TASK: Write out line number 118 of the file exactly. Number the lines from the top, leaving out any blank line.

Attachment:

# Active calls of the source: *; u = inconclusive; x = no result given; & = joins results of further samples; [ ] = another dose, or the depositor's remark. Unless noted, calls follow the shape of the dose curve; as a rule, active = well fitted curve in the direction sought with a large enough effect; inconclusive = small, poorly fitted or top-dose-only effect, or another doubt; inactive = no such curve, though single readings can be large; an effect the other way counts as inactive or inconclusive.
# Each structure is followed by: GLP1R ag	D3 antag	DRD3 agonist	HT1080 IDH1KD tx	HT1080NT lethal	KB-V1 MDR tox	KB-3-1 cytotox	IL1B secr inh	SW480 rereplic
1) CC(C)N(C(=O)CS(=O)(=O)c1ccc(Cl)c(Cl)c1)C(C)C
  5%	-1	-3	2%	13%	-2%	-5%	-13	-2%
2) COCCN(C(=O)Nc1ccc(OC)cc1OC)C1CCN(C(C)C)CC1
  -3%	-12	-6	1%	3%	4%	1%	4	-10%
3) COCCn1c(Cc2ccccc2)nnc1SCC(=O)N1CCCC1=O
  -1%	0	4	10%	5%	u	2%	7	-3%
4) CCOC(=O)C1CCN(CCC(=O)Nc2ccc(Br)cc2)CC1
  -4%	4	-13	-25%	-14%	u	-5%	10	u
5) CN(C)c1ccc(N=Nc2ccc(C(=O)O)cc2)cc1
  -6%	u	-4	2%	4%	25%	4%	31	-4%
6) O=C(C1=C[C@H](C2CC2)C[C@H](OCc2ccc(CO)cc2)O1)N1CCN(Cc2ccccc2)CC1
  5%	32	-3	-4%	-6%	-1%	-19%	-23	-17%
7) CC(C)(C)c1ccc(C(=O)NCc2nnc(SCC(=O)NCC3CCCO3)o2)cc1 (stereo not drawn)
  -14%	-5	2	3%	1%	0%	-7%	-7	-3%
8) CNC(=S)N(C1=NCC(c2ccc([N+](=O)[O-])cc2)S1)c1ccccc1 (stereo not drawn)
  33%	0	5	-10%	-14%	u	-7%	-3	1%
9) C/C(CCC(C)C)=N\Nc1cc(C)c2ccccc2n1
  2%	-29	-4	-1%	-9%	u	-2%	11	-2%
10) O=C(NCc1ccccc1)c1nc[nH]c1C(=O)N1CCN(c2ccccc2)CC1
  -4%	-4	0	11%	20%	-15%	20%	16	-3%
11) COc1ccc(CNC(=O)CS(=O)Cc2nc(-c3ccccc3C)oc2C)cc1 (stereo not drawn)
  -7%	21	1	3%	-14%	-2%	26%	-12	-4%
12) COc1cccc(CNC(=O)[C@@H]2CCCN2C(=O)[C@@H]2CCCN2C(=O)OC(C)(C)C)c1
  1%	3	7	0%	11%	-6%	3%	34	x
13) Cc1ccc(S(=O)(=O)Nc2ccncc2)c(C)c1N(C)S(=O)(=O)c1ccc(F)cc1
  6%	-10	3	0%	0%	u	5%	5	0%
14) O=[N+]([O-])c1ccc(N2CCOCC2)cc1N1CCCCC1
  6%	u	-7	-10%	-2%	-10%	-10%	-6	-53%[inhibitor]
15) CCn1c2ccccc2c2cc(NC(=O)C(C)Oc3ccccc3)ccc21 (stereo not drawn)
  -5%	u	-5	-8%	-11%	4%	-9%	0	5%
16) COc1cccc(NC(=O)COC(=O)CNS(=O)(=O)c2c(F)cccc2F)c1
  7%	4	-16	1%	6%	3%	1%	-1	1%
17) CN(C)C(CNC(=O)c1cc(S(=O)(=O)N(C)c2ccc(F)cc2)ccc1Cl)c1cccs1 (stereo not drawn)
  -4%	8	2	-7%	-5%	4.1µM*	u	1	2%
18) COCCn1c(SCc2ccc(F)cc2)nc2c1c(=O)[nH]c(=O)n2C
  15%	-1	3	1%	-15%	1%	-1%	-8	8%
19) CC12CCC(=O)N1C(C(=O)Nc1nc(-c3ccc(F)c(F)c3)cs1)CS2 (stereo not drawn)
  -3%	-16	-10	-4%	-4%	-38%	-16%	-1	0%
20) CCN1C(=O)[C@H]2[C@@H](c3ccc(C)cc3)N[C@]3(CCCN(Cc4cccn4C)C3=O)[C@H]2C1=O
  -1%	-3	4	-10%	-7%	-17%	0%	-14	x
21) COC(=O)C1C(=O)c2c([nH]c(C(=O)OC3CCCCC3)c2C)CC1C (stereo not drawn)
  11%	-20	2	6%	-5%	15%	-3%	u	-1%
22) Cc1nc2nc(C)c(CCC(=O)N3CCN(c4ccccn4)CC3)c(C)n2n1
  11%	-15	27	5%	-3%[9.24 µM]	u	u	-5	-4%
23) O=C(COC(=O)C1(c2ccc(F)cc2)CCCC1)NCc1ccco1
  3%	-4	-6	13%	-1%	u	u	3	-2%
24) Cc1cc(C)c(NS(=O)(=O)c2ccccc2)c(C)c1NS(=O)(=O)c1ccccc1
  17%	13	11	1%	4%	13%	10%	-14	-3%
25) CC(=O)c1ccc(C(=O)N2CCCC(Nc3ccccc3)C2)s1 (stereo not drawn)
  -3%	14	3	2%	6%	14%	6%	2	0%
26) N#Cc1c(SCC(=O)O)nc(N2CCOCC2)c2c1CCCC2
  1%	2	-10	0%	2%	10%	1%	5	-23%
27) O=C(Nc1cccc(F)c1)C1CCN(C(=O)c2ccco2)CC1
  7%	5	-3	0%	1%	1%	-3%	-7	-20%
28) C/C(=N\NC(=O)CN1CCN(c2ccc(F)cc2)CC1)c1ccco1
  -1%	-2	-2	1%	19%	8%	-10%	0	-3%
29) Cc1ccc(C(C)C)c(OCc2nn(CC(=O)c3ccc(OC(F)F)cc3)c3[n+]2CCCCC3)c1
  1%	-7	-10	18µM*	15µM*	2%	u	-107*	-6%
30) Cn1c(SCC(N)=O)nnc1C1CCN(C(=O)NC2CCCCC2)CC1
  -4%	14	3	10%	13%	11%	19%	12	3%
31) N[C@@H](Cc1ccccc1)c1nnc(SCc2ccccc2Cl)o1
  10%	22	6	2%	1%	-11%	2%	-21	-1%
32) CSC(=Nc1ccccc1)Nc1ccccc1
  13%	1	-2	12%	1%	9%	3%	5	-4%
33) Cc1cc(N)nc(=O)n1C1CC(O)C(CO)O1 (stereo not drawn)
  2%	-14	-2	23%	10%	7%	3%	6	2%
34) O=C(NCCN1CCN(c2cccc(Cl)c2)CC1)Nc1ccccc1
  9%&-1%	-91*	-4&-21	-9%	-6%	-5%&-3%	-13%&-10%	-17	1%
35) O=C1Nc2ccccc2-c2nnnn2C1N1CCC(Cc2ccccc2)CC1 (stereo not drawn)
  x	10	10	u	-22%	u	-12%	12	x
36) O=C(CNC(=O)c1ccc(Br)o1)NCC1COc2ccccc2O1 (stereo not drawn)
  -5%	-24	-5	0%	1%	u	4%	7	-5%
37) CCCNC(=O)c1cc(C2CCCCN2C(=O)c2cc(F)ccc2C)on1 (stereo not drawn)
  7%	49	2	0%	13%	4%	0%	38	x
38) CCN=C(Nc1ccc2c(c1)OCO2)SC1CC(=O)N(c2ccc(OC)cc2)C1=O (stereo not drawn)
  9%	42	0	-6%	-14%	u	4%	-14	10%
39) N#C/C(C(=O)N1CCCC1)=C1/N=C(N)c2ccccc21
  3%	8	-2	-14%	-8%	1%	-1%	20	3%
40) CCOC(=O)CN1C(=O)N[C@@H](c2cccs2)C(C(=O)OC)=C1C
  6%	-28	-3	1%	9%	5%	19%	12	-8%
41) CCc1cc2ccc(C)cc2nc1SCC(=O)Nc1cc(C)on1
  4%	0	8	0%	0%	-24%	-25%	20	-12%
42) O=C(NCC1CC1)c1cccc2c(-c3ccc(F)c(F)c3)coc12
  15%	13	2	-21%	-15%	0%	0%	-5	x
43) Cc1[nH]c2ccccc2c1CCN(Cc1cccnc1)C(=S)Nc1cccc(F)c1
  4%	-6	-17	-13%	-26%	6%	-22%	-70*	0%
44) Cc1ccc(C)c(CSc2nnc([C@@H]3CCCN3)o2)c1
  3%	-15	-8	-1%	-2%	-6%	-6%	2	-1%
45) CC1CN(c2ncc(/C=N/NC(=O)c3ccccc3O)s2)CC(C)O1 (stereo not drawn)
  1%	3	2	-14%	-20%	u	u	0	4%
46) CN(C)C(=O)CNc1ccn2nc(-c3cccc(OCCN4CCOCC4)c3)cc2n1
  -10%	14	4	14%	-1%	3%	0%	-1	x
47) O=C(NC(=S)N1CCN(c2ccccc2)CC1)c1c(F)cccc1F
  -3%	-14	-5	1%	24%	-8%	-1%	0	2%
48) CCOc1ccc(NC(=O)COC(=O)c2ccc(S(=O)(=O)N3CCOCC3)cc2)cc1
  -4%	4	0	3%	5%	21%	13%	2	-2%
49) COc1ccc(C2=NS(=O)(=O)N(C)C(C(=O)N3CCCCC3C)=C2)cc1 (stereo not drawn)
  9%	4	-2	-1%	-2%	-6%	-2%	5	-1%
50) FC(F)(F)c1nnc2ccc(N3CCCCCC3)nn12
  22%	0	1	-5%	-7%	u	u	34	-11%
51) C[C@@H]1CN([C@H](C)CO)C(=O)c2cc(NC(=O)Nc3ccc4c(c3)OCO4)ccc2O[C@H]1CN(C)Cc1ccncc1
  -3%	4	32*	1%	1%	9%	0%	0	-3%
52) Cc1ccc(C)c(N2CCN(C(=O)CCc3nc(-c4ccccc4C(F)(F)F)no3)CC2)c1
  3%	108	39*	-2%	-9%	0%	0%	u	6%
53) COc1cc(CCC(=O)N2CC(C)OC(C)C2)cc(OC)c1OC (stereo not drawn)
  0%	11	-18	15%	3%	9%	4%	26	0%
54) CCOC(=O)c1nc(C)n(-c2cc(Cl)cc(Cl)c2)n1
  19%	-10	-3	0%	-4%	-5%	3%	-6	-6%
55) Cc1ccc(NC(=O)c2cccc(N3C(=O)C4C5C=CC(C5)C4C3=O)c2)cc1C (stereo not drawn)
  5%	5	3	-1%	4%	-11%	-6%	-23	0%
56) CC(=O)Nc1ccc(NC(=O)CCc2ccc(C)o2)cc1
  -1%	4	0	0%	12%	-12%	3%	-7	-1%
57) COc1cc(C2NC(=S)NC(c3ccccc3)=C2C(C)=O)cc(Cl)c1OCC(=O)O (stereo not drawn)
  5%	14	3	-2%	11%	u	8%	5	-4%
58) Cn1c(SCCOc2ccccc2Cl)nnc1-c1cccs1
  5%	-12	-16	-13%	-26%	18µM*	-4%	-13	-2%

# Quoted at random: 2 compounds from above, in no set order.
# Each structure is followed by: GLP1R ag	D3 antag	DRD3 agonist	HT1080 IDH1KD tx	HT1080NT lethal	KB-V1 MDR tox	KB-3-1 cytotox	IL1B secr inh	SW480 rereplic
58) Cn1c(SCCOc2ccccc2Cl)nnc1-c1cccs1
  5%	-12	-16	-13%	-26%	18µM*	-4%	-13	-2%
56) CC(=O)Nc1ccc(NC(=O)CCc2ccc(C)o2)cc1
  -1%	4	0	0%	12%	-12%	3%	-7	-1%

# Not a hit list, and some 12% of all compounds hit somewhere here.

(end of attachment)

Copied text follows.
  5%	-12	-16	-13%	-26%	18µM*	-4%	-13	-2%